Ustad Ali Akbar Khan, the sarod maestro who took Indian classical music to the West along with sitar maestro Ravi Shankar, died in San Francisco on Friday, 19th June 2009. Once described by the famous violinist, Yehudi Menuhin as the greatest instrumentalist in the world, the 88 year old ustad had many firsts to his credit. The list includes introducing classical music in film scores. He also taught thousands of students from the West and set up his first institute in Kolkata in the late 1950s.
Born on April 14, 1922 at Shivpur in the then undivided Bengal, Ali Akbar Khan was the only son of Ustad Alauddin Khan, one of India’s greatest musicians. He grew up in the princely state of Maihar under the watchful eyes of his father, a strict disciplinarian. He had to start riyaaz at dawn and practise for several hours till he was allowed to eat.
In 1955, on the request of violin master Yehudi Menuhin, Ali Akbar Khan first visited the US and performed at the Museum of Modern Art in New York City. By the sixties, the West was clamouring for more and he pushed India on the world music map, with a little help from his friend Pandit Ravi Shankar (who was earlier married to Ali Akbar Khan’s sister, Annapurna Devi).
Responding to a wave of interest in the West, he began teaching and living in the US and, in 1967, founded the Ali Akbar College of Music in California, where he had been teaching since, along with tabla stalwart Ustad Zakir Hussain. Khan Sahib also opened a branch of his college in Basel, Switzerland, run by his disciple Ken Zuckerman, where he taught when on his world tours. Speaking from London, Ustad Zakir Hussain said, “He was one of the greatest musicians ever, a musician’s musician.”
P.S : One of my many wise visitors has very rightly pointed out, my not mentioning the name of tabla maestro, Pandit Swapan Chowdhury in this post. Yes indeed, Pandit Swapan Chowdhury is one tabla player, who had one of the longest association with Ustad Ali Akbar Khan, not only as an accompanyist, but also as a principal teacher at the A A K College of Music.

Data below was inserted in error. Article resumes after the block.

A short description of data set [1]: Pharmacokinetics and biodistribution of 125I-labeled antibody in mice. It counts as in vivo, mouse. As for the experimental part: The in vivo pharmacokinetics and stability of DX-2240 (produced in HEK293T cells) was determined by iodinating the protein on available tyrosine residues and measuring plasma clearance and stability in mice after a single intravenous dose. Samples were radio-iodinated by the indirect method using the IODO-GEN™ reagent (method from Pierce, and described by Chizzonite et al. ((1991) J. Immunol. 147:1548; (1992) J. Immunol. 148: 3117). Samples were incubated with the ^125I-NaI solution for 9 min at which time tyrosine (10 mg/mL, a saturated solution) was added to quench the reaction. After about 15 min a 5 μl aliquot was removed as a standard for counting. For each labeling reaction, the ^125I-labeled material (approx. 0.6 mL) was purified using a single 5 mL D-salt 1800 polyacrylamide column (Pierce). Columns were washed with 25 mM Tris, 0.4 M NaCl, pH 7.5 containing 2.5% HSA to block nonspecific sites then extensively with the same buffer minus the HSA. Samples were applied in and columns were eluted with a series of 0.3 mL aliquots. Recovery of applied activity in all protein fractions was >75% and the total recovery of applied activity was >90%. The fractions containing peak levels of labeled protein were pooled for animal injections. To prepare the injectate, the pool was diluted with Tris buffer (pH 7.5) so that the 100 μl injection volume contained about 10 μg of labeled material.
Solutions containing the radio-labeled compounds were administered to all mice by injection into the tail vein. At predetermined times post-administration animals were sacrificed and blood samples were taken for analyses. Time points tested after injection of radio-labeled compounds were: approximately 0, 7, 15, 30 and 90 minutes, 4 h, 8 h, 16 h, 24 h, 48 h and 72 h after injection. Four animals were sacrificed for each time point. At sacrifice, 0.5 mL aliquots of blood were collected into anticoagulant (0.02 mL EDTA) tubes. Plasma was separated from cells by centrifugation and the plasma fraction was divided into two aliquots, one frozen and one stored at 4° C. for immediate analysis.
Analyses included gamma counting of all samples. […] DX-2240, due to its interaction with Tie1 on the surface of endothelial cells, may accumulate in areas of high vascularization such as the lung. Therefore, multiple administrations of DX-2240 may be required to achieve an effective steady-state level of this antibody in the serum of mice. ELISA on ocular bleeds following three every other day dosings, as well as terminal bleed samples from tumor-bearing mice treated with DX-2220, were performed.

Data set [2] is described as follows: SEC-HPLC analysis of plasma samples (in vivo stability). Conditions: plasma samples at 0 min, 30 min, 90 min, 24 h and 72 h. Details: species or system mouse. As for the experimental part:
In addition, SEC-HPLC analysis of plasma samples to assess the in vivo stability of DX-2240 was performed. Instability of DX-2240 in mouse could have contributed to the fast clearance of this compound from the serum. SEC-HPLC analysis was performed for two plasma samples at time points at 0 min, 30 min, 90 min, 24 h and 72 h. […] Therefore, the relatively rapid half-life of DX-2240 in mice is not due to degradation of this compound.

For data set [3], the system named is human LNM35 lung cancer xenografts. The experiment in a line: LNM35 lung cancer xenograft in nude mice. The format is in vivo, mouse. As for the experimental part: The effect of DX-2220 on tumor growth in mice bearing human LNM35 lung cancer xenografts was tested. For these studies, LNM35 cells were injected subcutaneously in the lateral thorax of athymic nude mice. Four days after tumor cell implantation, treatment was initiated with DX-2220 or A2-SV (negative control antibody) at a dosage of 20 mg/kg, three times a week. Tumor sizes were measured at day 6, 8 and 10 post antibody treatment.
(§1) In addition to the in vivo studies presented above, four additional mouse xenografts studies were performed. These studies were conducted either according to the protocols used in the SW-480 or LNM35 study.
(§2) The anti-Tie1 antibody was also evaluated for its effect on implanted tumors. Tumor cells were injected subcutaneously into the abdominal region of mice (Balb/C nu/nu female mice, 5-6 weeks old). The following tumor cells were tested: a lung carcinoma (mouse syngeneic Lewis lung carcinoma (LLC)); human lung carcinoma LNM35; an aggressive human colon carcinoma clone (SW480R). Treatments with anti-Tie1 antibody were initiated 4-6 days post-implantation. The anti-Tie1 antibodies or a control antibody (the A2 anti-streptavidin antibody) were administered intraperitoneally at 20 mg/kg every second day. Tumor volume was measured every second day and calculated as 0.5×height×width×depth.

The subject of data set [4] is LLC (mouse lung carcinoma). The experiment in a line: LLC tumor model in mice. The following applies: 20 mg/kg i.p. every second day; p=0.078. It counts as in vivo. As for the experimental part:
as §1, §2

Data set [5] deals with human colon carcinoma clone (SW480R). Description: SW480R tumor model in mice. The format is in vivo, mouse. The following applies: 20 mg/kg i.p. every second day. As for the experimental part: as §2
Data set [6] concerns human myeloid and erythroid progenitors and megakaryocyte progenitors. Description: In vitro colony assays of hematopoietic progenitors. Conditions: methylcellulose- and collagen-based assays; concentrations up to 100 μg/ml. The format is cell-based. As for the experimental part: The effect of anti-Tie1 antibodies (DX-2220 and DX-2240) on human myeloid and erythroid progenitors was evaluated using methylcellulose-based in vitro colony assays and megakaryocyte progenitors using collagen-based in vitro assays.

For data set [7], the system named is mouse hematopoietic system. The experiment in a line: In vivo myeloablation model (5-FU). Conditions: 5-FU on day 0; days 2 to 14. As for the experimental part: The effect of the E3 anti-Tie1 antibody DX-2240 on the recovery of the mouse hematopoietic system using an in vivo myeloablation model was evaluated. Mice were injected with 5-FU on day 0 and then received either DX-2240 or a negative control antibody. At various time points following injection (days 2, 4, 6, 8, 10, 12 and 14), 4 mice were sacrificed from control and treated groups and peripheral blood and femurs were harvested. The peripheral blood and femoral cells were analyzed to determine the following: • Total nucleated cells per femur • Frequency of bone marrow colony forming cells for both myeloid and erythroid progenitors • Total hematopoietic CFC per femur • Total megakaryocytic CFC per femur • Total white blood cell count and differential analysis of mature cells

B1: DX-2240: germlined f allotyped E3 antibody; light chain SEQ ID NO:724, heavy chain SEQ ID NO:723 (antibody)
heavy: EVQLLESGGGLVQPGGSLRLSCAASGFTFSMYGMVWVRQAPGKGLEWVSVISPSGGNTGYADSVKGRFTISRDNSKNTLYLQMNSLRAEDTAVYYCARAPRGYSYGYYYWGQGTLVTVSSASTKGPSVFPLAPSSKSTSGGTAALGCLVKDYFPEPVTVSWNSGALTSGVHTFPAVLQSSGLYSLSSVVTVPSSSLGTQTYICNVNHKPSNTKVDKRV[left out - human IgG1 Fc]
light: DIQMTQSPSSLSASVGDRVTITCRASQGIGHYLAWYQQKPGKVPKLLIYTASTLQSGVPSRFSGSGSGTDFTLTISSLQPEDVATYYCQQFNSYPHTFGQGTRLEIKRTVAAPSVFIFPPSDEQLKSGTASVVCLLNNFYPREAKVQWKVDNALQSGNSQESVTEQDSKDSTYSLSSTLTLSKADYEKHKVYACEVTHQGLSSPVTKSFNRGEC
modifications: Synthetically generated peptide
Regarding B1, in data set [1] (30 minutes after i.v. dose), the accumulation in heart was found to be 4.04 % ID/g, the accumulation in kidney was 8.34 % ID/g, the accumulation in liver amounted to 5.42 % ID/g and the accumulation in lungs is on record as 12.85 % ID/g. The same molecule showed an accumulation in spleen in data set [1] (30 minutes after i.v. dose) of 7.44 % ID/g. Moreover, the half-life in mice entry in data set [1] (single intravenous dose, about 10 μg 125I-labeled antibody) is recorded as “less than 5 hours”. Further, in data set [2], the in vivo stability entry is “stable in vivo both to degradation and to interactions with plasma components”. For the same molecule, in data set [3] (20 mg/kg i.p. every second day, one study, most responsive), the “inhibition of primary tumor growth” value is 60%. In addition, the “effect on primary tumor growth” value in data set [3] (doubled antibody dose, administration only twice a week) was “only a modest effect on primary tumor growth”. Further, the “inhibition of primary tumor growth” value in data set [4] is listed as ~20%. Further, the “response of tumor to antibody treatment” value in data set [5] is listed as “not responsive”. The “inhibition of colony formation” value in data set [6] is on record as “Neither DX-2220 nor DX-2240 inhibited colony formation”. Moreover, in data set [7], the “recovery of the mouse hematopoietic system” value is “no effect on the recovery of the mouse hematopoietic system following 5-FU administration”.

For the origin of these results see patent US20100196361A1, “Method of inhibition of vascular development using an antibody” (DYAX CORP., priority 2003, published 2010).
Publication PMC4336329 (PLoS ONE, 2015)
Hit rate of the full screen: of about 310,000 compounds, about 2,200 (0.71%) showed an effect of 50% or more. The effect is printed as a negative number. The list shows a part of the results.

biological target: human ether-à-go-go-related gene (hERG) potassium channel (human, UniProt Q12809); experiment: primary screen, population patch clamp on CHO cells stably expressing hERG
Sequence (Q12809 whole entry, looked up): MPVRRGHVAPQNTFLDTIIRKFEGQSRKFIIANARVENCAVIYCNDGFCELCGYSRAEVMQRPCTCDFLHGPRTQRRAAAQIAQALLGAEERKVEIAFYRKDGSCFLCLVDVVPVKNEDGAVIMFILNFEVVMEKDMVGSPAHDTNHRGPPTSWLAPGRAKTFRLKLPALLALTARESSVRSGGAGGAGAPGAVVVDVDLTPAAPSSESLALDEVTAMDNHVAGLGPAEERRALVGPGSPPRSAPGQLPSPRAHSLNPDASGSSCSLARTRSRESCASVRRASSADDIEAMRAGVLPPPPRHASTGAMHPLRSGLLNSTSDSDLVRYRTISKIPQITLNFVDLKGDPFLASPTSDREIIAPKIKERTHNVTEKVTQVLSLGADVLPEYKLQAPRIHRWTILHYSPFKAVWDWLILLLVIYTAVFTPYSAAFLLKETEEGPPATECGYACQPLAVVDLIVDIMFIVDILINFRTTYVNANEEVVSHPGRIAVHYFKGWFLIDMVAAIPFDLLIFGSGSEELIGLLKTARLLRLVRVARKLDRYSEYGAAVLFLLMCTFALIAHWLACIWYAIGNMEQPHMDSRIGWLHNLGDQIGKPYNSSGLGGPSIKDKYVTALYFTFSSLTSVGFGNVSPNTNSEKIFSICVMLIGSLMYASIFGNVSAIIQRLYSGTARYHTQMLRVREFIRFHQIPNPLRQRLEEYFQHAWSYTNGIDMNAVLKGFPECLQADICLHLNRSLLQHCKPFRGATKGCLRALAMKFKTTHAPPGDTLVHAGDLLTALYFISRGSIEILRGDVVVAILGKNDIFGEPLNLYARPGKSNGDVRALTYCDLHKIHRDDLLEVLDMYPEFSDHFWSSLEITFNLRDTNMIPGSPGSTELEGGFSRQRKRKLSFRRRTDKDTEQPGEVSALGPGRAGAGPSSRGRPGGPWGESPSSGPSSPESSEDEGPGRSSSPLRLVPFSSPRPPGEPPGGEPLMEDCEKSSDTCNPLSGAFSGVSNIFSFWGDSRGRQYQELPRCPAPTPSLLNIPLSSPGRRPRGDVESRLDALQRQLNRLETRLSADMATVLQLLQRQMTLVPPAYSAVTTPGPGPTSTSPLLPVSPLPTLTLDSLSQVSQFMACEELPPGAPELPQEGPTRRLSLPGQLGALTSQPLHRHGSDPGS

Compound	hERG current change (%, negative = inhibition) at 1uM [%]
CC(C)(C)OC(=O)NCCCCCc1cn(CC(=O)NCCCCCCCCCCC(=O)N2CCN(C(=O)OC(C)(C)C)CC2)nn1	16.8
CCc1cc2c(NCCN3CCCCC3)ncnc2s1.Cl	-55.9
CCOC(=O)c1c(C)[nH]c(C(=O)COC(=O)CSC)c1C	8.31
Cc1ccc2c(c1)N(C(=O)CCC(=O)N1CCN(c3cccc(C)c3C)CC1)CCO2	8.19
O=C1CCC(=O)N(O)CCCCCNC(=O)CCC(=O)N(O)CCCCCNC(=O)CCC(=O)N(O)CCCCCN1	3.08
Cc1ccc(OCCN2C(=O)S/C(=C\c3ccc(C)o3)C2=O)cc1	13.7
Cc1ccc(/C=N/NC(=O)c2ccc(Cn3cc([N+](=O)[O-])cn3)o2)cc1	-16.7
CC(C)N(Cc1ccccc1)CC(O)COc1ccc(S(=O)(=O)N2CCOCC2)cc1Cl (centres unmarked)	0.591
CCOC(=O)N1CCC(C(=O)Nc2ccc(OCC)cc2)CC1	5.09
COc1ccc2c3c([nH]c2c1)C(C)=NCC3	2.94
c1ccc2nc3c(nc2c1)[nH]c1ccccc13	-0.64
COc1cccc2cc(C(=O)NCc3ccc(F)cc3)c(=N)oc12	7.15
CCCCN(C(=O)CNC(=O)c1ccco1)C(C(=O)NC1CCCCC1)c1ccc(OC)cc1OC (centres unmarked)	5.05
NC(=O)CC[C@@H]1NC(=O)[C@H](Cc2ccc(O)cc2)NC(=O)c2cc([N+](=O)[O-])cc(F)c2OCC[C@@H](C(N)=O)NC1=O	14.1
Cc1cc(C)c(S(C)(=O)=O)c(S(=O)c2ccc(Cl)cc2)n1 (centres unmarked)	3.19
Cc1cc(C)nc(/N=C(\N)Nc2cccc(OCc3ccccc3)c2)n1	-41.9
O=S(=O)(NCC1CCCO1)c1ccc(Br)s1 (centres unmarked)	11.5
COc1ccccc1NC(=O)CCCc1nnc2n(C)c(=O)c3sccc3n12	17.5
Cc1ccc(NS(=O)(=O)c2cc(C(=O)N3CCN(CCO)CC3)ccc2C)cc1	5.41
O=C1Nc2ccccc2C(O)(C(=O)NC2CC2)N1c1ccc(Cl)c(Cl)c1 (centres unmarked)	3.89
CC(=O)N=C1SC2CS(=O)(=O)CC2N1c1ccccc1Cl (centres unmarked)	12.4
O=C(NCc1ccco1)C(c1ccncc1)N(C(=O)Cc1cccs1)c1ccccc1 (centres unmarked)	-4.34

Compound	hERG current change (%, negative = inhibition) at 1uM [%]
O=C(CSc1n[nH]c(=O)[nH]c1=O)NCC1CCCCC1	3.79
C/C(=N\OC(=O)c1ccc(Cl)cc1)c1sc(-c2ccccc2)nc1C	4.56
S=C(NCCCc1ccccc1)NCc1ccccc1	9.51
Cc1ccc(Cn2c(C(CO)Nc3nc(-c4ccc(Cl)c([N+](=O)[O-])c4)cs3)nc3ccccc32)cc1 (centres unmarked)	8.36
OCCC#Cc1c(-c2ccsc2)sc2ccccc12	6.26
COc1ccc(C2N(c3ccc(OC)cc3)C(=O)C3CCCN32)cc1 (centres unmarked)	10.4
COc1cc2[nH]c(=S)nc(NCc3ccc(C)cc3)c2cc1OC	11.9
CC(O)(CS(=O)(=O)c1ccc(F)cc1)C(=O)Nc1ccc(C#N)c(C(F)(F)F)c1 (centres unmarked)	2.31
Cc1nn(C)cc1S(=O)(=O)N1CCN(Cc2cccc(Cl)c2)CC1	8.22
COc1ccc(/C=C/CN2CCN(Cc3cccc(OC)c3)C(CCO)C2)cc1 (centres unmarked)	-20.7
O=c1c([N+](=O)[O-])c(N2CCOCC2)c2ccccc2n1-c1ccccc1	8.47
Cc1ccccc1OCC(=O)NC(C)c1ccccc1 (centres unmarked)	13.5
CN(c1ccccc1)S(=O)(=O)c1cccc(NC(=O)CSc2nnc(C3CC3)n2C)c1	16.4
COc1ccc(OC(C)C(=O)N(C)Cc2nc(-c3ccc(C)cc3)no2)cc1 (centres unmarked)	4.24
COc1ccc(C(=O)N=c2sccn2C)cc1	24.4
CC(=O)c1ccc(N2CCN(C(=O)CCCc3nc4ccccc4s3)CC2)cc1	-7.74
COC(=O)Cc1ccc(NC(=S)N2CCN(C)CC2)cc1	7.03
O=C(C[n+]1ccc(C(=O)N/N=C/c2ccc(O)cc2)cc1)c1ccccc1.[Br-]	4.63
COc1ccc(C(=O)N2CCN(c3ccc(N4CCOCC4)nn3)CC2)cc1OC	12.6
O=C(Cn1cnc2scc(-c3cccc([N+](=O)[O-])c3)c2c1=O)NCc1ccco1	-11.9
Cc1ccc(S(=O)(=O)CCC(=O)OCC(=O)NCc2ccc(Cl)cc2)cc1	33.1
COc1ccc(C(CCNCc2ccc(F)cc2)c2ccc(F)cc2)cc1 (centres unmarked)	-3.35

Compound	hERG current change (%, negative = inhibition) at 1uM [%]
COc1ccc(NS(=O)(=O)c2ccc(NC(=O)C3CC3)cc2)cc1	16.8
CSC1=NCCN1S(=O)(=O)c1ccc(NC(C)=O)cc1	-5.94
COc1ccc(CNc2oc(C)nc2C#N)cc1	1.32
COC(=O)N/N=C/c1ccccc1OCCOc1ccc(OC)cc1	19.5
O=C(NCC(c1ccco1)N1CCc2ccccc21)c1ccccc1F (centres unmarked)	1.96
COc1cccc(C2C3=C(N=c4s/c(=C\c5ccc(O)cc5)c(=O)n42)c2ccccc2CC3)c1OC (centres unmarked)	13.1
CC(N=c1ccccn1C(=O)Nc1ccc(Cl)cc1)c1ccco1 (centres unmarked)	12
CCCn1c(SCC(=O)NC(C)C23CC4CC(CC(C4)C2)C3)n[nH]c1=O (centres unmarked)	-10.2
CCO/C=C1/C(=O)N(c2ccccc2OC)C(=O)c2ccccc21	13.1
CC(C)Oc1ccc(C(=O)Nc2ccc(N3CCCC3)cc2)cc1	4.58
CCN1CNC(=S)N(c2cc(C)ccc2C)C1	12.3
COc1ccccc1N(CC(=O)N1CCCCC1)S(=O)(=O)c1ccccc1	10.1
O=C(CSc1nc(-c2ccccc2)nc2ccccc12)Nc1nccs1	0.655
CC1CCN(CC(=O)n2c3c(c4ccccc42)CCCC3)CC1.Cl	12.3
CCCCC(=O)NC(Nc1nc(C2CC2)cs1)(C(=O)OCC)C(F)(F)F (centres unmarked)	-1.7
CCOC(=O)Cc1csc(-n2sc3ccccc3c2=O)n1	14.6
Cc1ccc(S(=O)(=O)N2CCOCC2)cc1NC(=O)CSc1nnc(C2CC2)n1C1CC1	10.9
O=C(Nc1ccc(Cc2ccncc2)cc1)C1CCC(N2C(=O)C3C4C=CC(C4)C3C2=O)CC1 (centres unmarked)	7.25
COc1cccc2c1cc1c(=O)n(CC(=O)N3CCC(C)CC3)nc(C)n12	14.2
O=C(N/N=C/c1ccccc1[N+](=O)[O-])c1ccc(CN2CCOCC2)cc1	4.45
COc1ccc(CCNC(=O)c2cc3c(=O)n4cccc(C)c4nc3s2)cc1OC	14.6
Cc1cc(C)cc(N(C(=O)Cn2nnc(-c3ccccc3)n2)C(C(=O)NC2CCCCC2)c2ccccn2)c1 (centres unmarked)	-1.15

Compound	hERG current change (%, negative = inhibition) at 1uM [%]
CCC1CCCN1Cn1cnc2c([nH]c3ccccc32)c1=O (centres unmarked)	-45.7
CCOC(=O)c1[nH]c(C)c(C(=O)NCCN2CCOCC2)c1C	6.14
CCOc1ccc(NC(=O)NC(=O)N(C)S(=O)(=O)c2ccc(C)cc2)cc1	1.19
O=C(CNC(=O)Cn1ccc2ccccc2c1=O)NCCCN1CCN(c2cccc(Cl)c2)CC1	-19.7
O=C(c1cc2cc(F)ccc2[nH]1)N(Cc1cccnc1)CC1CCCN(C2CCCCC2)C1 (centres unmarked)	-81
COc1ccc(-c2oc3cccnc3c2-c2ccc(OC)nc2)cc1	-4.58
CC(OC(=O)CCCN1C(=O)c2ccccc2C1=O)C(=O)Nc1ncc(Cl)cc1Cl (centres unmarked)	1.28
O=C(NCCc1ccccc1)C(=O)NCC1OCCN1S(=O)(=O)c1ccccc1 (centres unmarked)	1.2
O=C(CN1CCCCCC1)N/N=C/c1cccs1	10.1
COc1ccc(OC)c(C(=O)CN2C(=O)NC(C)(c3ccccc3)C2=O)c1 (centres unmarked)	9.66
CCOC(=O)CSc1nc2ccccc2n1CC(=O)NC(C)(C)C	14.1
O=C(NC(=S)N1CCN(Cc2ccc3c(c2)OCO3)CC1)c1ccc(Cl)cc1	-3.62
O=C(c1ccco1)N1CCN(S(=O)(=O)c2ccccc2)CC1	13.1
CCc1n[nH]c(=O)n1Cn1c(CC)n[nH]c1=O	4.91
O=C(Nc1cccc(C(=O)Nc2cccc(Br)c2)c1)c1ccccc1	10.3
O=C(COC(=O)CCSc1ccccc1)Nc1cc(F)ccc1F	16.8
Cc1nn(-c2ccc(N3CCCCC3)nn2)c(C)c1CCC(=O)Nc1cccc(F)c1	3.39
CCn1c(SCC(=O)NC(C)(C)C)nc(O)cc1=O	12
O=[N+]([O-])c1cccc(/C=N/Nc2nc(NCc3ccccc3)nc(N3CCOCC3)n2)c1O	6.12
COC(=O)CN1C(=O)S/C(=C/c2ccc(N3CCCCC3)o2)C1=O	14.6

I had a fit last week. Not the type when you froth at the mouth, face twitching, eyes rolling skywards and finally, you drop down dead on the floor ..with a thud. Mine was different. I chanced upon a website called suhanegeet.com. What I saw there was amazing stuff. Vintage hindi film songs from 1930 onwards. I am not a big follower of hindi film songs really, but I love collecting artifacts of antique value, be it coins, paintings, or any old titbit piece of art for that matter.
To me the glorious black and white era of hindi films ended with the release of Mughal-e-Azam in 1959 (or was it 1960 ?). This was the period which saw the evolution of hindi film songs from the unbearably harsh sounding songs of the early 1930s to the refined voices of singers like K L Saigal, Amirbai Karnataki, Zohrabai Ambalawali, C H Atma, Talat Mahmood, Suraiya, Khursheed, Shamshad Begum, Noor Jehan and many others. The emergence of Lata Mangeshkar and company in the late 1940s however, changed the face of hindi film music forever.
Mughal-e-Azam (1959) – Lata & Shamshad Begum : (Download)
So I went down to work. Suhanegeet.com is not a fanciful site, infact it is a bit drag on at first look. It has a great search engine though. Above all, it has an archive of some 8000 songs, but I was interested only in songs of the 1930s, 1940s and 1950s. The songs can be played on an onsite flash mp3 player but cannot be downloaded. I somehow managed to download ‘quite a few‘ songs, all of them from the above mentioned vintage period. I have this strange thing going for me. When I get down to do something, I try very hard to be meticulous about it.
I had a fit last week :
Thirsting for more of such vintage songs, I discovered another site : ansarimusic.net (or songs420.com). Applying the same ‘method’ which I did with suhanegeet.com, I downloaded ‘some‘ of the songs, mostly of the legendary singers. I finished the job by downloading a ‘few‘ from smashits.com, most of them from the 1930 through the 1950s. Finally, I have a handsome collection of select old hindi film songs now, all vintage. All this took me a few hours of nosing around ..and a little application of mind.